Land Allocation in Vietnam's Agrarian Transition

25 Pages Posted: 20 Apr 2016

See all articles by Martin Ravallion

Martin Ravallion

Georgetown University

Dominique P. van de Walle

World Bank - Development Research Group (DECRG)

Date Written: January 2003


While liberalizing key factor markets is a crucial step in the transition from a socialist control-economy to a market economy, the process can be stalled by imperfect information, high transaction costs, and covert resistance from entrenched interests. Ravallion and van de Walle study land-market adjustment in the wake of Vietnam's reforms aiming to establish a free market in land-use rights following de-collectivization. Inefficiencies in the initial administrative allocation are measured against an explicit counterfactual market solution. The authors' tests using a farm-household panel data set spanning the reforms suggest that land allocation responded positively but slowly to the inefficiencies of the administrative allocation. They find no sign that the transition favored the land rich or that it was thwarted by the continuing power over land held by local officials.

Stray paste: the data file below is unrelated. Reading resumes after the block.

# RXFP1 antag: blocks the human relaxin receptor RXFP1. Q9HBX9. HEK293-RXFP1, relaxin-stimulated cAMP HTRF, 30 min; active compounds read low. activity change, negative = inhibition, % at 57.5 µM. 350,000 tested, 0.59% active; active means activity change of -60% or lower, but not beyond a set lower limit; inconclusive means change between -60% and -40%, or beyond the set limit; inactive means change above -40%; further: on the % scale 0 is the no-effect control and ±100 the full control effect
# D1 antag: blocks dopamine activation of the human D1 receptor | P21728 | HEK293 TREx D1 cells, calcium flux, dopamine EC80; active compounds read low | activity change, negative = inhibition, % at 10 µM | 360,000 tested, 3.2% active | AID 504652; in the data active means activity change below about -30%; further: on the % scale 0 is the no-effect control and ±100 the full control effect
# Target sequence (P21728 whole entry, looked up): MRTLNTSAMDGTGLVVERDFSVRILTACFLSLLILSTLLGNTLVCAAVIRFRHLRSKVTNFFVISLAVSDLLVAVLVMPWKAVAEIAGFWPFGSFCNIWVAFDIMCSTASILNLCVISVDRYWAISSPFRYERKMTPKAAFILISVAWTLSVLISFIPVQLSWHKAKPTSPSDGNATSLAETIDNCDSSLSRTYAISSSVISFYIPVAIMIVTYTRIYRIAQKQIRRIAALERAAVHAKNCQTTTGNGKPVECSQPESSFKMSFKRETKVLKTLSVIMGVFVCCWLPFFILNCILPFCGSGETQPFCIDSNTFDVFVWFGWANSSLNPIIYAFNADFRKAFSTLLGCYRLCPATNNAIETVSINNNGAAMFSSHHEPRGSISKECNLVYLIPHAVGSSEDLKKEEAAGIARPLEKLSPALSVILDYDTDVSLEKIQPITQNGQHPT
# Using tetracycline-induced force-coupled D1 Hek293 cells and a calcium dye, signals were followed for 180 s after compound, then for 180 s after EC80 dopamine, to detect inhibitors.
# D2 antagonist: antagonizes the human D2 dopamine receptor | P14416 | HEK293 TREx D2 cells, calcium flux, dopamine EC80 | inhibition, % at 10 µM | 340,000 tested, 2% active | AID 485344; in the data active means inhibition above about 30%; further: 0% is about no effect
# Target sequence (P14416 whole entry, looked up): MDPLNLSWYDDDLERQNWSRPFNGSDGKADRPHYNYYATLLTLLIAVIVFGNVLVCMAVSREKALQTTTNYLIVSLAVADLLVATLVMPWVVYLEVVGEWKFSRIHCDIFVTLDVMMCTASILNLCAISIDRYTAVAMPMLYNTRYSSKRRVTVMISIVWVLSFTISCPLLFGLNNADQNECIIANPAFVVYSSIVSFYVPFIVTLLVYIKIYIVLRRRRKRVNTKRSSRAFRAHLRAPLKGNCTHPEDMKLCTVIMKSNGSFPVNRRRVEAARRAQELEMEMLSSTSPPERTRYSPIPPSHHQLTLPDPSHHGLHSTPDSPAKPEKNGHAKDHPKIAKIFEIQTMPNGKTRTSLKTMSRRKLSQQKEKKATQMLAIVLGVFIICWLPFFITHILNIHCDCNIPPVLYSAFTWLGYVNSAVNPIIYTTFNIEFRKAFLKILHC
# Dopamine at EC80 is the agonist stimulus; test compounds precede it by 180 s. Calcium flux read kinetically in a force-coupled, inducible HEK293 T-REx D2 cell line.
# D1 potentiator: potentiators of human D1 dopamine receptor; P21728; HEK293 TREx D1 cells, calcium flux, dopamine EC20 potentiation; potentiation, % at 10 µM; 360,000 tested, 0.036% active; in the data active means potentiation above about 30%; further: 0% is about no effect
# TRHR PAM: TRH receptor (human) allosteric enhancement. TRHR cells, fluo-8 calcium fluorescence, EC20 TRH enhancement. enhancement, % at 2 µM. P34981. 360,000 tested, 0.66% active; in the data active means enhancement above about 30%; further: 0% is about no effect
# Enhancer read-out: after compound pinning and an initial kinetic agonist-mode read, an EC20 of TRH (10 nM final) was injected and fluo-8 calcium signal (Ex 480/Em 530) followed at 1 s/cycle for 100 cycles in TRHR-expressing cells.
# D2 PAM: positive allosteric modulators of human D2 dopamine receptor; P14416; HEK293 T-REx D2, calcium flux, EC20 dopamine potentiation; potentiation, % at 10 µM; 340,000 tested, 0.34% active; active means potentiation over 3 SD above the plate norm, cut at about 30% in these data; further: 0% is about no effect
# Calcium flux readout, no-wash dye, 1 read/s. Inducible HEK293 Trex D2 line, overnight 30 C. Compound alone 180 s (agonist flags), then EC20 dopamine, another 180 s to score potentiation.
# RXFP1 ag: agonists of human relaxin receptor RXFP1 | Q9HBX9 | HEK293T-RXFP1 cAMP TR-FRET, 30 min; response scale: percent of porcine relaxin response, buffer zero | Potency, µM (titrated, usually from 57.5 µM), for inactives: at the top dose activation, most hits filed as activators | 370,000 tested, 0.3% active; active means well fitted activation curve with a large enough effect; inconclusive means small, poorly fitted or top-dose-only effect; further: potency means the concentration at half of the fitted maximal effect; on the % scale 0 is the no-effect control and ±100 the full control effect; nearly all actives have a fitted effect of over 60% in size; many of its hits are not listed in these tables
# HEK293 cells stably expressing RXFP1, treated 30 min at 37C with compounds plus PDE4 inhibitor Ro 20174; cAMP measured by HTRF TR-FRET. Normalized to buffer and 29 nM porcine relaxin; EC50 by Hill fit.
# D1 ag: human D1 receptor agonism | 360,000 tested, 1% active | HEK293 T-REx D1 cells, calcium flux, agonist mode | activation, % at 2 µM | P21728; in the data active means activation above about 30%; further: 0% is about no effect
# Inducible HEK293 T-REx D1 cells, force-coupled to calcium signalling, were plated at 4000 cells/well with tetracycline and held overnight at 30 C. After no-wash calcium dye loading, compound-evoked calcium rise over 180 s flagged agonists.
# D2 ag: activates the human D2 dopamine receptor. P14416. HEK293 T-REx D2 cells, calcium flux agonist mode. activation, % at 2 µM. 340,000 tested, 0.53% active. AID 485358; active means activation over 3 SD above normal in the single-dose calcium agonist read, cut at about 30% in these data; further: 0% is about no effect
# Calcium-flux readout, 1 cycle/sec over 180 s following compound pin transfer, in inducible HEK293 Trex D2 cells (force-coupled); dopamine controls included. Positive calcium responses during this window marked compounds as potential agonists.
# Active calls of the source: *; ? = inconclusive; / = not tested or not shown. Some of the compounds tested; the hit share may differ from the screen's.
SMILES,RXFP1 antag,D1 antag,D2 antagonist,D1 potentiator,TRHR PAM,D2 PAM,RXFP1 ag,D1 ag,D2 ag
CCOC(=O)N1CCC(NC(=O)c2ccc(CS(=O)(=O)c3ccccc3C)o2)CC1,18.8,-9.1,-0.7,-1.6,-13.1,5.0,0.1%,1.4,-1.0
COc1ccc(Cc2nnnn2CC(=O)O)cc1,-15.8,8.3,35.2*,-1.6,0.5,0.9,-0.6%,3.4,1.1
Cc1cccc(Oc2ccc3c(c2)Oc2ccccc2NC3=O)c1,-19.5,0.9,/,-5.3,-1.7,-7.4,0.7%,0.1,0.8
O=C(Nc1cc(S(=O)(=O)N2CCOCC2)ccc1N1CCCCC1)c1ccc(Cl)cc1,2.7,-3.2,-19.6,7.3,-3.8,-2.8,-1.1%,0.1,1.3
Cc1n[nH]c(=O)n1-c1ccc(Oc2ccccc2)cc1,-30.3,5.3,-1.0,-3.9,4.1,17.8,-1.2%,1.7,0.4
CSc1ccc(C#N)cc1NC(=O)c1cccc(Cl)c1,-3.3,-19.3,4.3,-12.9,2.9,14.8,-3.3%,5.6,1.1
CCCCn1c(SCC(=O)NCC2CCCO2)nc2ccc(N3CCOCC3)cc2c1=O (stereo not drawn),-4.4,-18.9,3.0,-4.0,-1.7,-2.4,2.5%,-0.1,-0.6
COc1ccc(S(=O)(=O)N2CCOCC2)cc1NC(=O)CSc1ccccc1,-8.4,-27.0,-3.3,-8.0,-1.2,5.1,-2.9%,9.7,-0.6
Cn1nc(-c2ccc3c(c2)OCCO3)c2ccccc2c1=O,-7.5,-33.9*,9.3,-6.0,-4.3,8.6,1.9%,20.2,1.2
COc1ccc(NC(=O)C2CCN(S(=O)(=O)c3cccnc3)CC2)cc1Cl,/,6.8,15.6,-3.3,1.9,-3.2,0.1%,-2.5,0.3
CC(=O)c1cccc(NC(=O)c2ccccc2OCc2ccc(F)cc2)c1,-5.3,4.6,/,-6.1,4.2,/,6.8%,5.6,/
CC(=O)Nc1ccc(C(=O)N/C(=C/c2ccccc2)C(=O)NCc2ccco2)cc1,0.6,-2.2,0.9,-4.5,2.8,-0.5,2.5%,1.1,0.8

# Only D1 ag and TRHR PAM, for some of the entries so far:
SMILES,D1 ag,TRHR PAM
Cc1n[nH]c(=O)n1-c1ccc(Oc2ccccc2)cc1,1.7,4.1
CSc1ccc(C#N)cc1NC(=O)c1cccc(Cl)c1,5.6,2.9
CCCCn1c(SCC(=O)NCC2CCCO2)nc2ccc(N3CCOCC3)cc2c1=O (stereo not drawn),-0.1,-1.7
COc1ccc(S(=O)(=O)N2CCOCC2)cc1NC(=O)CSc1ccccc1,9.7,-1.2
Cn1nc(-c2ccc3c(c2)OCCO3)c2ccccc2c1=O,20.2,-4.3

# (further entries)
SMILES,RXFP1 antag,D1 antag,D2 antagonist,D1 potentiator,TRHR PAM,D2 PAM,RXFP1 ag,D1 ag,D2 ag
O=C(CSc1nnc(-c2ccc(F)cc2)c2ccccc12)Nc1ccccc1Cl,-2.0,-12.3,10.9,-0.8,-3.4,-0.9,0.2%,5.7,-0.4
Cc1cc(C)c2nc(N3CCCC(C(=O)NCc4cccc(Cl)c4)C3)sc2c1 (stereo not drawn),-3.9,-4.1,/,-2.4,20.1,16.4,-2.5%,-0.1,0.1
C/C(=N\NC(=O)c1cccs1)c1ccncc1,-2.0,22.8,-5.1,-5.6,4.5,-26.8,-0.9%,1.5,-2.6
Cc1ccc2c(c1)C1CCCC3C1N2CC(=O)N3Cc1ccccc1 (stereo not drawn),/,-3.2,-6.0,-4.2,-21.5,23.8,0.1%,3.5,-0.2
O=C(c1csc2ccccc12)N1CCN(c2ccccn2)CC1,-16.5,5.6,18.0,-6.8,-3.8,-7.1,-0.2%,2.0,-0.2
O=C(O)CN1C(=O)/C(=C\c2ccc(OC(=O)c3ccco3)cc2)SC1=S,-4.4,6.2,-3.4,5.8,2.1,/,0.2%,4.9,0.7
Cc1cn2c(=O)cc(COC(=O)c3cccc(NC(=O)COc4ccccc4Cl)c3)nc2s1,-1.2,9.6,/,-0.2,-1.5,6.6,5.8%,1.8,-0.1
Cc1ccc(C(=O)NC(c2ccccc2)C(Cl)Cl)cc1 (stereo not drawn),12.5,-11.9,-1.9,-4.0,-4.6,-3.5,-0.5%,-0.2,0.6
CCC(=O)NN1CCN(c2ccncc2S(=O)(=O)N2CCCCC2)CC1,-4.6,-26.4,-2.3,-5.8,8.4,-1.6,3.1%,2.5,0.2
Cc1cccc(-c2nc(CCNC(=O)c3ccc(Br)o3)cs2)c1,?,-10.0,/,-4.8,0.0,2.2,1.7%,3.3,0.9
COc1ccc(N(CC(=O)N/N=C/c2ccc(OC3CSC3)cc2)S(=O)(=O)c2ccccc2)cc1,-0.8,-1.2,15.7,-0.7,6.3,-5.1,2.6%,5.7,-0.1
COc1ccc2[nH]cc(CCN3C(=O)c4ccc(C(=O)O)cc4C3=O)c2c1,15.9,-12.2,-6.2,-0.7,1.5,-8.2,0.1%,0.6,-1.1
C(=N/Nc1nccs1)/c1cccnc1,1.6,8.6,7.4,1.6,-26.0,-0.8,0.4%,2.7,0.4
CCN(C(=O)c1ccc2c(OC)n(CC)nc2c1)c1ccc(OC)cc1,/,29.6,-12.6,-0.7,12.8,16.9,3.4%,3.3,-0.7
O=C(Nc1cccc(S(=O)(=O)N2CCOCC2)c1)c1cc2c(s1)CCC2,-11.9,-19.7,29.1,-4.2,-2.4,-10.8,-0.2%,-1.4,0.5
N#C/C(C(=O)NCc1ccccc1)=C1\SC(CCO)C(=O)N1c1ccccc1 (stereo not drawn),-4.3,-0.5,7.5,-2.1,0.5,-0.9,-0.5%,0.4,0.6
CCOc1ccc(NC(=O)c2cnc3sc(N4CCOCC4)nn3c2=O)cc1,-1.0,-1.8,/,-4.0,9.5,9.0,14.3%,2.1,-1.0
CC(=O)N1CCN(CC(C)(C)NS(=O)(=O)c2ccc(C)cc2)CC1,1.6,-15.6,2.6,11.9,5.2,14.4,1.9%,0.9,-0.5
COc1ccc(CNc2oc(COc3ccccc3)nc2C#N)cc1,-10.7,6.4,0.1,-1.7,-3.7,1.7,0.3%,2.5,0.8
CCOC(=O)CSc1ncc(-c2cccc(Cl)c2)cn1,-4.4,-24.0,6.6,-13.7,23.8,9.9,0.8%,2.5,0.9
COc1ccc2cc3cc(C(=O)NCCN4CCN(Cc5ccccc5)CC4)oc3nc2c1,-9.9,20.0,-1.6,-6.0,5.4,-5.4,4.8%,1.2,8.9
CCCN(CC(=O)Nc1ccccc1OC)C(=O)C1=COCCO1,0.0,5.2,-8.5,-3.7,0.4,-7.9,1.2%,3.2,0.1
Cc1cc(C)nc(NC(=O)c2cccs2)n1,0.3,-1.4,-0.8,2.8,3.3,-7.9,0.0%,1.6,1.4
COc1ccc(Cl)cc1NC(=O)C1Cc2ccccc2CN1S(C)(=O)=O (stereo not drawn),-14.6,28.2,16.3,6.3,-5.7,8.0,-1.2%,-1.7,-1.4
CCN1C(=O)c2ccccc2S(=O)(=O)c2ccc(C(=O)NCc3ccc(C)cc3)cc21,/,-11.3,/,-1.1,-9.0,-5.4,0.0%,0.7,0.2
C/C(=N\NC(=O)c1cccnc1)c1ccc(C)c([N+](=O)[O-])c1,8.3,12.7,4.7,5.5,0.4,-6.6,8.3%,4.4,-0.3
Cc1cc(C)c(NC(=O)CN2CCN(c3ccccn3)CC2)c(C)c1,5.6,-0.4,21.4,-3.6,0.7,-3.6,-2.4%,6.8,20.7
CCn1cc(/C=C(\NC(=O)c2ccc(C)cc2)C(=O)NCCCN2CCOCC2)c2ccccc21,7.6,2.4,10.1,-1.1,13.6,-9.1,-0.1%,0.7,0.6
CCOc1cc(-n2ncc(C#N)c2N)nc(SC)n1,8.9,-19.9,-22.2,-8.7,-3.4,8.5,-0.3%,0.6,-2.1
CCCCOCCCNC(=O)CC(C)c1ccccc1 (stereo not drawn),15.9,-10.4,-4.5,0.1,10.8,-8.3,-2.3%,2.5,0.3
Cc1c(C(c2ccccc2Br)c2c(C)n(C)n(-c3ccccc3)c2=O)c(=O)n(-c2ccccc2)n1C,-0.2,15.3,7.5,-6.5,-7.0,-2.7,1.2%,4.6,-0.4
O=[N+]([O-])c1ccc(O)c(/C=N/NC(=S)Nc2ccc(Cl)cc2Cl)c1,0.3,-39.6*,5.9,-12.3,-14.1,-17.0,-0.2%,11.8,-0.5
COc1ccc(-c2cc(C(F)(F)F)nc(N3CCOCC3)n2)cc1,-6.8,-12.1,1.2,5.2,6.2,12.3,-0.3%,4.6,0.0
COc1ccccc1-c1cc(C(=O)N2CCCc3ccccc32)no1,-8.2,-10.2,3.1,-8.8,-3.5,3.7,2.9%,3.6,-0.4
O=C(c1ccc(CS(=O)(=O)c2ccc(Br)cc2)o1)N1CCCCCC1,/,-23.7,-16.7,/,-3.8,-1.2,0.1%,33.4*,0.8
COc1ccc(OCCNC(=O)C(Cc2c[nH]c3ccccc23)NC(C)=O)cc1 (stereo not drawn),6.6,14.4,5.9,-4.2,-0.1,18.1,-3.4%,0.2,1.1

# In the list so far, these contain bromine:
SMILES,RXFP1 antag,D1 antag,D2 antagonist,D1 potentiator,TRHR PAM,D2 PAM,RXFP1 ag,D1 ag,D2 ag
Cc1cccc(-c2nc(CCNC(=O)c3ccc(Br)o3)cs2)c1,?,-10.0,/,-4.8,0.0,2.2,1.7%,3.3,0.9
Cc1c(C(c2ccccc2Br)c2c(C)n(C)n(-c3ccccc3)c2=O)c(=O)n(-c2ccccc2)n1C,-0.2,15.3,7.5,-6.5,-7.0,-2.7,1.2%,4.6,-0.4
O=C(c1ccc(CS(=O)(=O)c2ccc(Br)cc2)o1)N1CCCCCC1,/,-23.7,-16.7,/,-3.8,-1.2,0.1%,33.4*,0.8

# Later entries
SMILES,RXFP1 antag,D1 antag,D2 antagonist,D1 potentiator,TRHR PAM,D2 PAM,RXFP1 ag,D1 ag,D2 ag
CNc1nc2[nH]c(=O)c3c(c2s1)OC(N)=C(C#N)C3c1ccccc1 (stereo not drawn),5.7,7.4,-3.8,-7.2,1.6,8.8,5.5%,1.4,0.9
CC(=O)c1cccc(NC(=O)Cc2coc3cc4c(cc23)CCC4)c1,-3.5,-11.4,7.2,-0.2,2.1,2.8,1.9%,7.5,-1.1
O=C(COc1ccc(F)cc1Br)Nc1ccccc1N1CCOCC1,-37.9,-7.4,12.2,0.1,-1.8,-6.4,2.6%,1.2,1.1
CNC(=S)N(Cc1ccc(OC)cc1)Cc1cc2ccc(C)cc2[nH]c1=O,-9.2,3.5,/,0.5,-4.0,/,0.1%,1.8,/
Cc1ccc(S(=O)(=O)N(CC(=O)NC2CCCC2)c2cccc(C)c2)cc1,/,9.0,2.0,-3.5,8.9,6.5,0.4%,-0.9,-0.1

This paper - a joint product of the Poverty Team and the Public Services Team, Development Research Group - is part of a larger effort in the group to understand the welfare impacts of major policy reforms.

Suggested Citation

Ravallion, Martin and van de Walle, Dominique P., Land Allocation in Vietnam's Agrarian Transition (January 2003). World Bank Policy Research Working Paper No. 2951. Available at SSRN:

Martin Ravallion (Contact Author)

Georgetown University ( email )

Washington, DC 20057
United States

Dominique P. Van de Walle

World Bank - Development Research Group (DECRG) ( email )

1818 H. Street, N.W.
Washington, DC 20433
United States
202-473-7935 (Phone)
202-522-1154 (Fax)


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